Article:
The Army Corps of Engineers has determined that Kennewick Man is a Native American and will move forward with a process that could allow Northwest tribes to claim his ancient bones.
The decision announced Wednesday is the first step in applying the Native American Graves Protection and Repatriation Act to the 8,400-year-old skeleton found 20 years ago along the Columbia River in Kennewick.
The second step is to determine a cultural affiliation to a tribe to establish the right of a particular tribe or coalition of tribes to claim the bones, likely for reburial.
Brig. Gen. Scott Spellman of the Corps said his decision that Kennewick Man is Native American was based on the best evidence available.
“I am confident that our review and analysis of new skeletal, statistical and genetic evidence have convincingly led to a Native American determination,” he said, in a statement.
Sen. Patty Murray, D-Wash., also has been working to turn Kennewick Man over to Northwest tribes. They refer to him as the Ancient One.
I am confident that our review and analysis of new skeletal, statistical and genetic evidence have convincingly led to a Native American determination.
Brig. Gen. Scott Spellman of the Corps
The Senate Committee on Environment and Public Works has planned a hearing Thursday on a larger bill, the Water Resources Development Act, which includes Murray’s legislation. Her bill would require the bones not only to be returned to Native Americans, but specifically to Columbia Basin tribes.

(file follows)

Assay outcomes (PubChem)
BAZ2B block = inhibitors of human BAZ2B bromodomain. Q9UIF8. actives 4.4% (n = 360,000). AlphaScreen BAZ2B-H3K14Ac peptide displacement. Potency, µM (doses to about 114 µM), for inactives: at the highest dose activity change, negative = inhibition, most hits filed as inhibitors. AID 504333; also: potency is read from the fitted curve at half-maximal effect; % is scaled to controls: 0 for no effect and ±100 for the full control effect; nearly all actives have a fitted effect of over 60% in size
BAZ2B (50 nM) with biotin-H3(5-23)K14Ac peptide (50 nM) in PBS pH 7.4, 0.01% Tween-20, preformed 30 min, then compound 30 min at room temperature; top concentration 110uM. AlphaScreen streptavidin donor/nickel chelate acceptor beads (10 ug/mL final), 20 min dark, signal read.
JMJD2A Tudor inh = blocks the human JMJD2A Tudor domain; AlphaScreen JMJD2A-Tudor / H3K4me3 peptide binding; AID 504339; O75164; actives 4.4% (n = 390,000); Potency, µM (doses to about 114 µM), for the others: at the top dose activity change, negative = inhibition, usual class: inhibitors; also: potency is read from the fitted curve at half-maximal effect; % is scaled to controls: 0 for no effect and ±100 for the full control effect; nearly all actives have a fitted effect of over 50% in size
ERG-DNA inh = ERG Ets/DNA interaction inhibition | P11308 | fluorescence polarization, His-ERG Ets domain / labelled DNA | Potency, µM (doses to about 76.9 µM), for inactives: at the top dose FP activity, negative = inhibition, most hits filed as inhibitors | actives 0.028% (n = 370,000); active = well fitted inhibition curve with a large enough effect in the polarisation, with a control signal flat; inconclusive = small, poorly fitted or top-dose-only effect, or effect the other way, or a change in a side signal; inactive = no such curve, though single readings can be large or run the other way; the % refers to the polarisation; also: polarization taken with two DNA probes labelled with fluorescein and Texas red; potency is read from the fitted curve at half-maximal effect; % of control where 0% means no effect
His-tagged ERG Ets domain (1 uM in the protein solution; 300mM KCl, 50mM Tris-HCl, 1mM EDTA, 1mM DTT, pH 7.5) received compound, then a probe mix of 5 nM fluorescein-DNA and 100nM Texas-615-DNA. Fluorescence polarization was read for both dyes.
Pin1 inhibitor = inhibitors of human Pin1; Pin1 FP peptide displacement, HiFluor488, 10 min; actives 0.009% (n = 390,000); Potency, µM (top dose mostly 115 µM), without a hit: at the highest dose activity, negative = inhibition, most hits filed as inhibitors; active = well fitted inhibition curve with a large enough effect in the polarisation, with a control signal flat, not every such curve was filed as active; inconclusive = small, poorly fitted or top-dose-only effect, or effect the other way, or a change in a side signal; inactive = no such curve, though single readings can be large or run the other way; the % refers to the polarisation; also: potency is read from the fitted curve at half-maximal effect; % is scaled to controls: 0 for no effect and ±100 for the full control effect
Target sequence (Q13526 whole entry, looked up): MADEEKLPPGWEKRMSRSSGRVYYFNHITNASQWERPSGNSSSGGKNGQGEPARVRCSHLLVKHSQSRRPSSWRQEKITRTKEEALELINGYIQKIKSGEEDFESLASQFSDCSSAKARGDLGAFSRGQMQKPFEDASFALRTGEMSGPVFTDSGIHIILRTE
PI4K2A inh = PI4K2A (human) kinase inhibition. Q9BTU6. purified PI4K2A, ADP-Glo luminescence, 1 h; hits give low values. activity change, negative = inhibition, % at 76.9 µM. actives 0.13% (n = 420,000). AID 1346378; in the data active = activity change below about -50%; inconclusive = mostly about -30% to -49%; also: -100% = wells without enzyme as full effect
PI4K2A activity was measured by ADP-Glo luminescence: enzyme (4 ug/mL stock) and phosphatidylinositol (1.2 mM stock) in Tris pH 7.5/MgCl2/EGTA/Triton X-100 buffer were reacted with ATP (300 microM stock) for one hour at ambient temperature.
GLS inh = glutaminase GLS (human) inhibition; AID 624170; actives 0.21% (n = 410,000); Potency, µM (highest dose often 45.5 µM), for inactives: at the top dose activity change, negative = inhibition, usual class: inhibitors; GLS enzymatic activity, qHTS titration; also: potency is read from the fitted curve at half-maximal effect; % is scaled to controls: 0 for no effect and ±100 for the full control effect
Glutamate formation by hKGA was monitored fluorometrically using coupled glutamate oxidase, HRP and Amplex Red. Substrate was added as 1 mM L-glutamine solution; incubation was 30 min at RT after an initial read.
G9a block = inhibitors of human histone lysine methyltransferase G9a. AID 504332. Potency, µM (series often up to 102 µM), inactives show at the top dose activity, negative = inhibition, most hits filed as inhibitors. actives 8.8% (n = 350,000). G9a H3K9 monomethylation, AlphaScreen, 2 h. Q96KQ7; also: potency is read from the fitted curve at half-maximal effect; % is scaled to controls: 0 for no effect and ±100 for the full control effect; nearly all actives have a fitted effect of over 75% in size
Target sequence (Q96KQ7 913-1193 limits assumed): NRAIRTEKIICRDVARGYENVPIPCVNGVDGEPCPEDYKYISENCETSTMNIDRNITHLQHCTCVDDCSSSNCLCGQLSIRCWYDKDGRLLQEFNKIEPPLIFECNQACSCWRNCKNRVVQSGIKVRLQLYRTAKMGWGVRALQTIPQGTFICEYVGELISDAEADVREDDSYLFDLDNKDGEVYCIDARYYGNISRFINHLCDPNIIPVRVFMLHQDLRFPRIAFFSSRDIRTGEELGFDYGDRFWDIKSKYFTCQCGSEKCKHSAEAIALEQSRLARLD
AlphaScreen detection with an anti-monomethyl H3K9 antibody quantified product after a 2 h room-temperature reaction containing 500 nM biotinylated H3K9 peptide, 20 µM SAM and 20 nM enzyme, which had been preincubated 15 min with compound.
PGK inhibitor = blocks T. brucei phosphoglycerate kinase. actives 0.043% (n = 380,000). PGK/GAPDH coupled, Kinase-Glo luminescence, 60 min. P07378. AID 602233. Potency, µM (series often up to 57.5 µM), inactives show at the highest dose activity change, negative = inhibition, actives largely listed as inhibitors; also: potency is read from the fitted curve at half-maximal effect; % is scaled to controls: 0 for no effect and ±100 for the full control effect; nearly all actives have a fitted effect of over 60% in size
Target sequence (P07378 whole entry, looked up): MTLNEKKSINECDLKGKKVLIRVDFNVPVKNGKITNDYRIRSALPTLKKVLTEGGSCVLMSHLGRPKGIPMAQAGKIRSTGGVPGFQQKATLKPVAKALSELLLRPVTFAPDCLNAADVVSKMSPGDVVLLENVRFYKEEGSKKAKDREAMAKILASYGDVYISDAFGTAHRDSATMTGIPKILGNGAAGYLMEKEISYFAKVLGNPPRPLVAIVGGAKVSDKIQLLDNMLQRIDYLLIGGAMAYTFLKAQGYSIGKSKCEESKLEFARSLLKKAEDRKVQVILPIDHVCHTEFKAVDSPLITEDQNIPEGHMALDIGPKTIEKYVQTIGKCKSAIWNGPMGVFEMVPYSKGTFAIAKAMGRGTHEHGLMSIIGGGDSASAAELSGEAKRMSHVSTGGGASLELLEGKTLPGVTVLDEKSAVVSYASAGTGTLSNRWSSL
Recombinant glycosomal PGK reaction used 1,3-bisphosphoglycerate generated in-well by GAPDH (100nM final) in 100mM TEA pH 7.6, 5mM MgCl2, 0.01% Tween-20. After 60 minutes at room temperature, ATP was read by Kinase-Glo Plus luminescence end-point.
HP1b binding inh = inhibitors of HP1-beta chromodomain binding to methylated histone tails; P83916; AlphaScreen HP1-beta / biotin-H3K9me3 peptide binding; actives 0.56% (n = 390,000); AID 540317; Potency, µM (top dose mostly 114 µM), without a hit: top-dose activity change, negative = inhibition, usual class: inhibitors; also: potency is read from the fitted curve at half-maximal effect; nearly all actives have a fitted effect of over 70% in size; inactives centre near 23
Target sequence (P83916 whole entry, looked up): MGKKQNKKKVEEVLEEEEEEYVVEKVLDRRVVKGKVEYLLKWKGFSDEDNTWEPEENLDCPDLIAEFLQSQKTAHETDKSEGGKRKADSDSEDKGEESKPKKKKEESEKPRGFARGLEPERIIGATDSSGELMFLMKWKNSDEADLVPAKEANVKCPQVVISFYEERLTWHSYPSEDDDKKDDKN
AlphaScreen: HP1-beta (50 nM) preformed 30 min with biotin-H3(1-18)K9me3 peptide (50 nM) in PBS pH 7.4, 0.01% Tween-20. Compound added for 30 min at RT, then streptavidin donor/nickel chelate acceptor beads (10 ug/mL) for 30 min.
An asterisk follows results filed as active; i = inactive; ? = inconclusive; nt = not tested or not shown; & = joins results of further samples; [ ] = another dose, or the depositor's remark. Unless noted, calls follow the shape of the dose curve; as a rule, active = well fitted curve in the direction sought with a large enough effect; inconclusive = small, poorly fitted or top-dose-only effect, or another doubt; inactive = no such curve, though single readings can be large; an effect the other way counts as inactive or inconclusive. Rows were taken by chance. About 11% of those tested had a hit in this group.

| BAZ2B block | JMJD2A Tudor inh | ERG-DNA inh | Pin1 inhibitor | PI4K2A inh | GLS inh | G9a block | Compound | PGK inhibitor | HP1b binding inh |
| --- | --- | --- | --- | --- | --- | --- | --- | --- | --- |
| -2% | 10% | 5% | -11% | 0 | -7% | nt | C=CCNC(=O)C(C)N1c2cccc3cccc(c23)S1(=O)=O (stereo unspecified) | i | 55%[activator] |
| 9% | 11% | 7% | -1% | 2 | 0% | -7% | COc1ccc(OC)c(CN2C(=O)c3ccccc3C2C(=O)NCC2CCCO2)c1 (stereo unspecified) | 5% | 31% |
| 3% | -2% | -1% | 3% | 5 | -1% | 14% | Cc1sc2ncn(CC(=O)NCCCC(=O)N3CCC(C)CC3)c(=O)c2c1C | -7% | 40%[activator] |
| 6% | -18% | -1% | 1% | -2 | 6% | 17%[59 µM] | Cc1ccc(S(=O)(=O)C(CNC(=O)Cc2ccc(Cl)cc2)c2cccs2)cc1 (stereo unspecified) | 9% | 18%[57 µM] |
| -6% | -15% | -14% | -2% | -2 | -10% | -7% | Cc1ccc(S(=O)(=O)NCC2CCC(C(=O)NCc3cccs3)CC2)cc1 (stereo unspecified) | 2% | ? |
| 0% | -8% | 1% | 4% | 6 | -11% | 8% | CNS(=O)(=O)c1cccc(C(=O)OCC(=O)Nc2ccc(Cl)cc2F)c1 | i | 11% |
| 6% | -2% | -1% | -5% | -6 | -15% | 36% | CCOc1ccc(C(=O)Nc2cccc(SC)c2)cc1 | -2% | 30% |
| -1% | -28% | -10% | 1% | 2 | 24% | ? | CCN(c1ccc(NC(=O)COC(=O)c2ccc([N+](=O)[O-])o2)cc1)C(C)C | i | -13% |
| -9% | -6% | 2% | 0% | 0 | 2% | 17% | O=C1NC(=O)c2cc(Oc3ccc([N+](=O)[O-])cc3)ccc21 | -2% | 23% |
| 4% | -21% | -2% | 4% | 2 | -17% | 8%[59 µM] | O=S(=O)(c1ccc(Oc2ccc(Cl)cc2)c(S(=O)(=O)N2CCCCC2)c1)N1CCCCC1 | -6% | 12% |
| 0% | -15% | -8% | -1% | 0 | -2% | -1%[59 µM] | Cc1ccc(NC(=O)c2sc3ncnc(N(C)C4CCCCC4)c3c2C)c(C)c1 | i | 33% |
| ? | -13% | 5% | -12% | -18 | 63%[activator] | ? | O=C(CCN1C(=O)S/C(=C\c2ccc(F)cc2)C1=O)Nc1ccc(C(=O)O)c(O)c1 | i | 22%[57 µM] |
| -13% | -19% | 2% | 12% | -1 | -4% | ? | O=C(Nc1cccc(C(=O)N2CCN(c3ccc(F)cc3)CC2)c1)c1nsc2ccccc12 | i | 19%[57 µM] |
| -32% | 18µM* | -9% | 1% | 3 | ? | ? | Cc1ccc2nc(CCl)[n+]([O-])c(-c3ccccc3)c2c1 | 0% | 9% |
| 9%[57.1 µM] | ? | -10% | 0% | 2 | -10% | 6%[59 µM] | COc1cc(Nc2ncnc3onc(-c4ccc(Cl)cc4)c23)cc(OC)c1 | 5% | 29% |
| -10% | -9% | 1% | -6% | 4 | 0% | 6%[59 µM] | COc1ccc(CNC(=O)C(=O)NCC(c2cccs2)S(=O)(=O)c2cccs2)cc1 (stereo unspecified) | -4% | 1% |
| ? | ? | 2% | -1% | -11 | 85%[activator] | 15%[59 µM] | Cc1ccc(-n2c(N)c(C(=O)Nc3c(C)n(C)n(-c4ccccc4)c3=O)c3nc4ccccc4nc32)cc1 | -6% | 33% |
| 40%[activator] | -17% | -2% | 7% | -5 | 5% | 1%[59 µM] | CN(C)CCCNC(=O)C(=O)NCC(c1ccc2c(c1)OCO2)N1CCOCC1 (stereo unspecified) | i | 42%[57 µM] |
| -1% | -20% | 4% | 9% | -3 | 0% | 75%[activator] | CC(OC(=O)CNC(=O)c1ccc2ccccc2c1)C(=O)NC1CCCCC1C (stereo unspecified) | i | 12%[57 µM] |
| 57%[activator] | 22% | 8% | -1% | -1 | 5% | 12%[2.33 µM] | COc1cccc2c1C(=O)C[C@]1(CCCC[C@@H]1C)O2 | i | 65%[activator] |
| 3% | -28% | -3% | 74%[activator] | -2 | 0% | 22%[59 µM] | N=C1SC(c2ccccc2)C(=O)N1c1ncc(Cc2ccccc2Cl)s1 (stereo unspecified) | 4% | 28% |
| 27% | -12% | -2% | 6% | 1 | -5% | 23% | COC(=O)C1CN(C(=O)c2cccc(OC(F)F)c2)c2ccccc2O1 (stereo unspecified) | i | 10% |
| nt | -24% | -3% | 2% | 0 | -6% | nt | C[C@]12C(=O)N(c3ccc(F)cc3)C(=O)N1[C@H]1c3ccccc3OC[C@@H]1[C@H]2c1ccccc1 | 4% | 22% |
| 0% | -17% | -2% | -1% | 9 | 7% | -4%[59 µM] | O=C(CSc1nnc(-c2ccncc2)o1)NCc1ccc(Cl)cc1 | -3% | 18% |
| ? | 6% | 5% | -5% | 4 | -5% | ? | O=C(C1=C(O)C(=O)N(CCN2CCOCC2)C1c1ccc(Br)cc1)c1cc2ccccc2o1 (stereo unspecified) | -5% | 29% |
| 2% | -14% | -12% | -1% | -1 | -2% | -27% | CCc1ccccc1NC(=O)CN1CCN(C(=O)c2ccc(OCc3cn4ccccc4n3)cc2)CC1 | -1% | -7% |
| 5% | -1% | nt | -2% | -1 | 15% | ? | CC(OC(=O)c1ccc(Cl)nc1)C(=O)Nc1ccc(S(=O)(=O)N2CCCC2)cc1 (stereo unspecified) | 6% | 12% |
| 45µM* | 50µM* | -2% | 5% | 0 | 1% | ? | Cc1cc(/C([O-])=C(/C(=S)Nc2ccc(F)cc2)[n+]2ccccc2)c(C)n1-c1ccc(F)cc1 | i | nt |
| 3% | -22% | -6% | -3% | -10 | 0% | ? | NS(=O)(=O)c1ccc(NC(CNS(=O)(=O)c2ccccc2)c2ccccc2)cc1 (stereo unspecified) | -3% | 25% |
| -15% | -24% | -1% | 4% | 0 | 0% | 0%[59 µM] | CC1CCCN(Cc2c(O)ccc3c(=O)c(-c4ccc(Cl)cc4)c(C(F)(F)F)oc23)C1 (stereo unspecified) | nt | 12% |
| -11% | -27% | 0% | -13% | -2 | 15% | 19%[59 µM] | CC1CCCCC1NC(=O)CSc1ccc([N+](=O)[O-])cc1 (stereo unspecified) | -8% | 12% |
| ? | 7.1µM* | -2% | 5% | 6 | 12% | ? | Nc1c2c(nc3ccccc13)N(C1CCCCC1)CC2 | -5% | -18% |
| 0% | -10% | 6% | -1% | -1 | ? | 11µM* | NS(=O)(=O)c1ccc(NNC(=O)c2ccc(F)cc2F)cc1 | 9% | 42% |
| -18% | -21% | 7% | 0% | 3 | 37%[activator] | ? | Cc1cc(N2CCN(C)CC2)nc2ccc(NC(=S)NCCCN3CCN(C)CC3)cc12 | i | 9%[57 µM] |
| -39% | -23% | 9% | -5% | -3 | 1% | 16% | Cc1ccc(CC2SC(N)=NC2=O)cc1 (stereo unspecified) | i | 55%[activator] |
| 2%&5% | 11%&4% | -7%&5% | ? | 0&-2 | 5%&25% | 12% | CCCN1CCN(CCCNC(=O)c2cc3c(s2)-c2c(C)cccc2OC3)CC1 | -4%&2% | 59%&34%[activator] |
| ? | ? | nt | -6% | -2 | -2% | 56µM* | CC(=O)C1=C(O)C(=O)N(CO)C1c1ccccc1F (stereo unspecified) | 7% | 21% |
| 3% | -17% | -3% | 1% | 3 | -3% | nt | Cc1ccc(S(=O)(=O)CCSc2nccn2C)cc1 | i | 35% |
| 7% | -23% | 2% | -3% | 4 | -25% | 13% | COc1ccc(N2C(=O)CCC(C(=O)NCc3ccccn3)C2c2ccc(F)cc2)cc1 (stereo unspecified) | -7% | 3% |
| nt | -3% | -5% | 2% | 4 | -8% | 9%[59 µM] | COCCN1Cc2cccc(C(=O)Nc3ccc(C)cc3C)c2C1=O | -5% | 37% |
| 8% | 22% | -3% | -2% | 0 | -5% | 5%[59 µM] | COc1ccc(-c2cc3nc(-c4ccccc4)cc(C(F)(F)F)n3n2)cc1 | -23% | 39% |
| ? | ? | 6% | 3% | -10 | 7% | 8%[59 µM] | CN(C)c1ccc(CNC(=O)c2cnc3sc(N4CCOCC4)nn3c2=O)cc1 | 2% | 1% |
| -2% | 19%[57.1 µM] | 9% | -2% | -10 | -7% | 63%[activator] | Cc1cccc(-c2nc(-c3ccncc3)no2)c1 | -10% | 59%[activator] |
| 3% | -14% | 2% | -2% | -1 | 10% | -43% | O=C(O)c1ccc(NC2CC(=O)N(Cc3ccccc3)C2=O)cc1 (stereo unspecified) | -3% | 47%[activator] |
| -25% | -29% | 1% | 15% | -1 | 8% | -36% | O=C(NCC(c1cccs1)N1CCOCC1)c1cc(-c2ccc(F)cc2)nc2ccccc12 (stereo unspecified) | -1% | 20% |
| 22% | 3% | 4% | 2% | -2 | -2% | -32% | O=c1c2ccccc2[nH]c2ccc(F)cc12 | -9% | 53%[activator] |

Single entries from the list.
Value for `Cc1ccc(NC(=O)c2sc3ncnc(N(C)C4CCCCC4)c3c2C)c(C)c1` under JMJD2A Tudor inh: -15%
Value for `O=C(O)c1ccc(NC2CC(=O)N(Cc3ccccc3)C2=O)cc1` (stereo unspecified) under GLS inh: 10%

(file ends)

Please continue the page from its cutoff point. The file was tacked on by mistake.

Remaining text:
In June new genetic evidence from the scientific study of Kennewick Man’s bones was released that showed the remains were more similar to modern Native Americans than any other living group. Advances in science had made the analysis of highly damaged and fragmented DNA possible after failed earlier attempts.
The DNA had been compared to the Confederated Tribes of the Colville reservation, which are closely associated with other Columbia Basin tribes, including the Yakamas, the Umatillas, the Wanapums and the Nez Perce.
Northwest tribes immediately called for the bones to be turned over to them for burial after the DNA results were released. A federal judge had allowed the scientific study of the bones after questions had been raised about whether Kennewick Man could be linked to Northwest tribes.
The Corps responded to the DNA analysis by the University of Copenhagen in Denmark by commissioning an independent evaluation of the results, which was led by John Novembre, a computational biologist at the University of Chicago.
The Kennewick Man skeleton remains in Corps custody, stored at the Burke Museum at the University of Washington in Seattle.
Novembre’s analysis agreed that the DNA results “all point to the Native American ancestry of the sample.”
In addition, Kennewick Man’s skeleton exhibits traits that can be reasonably considered Native American, and the skull fits within the range of shapes found in individual Native Americans, the Corps said.
Spellman met with Columbia Basin tribes Tuesday to tell them of the determination. The tribes next will need to submit a claim for cultural affiliation.
The Corps will consider whether there is a shared group identity that can be reasonably traced between a present day tribe and an earlier group to which Kennewick Man would have belonged.
It will consider geographical, kinship, biological, archaeological, anthropology, linguistic, folklore, oral tradition and historical evident.
Until any decision is made, Kennewick Man will remain at the Burke Museum of Natural History and Culture at the University of Washington in Seattle.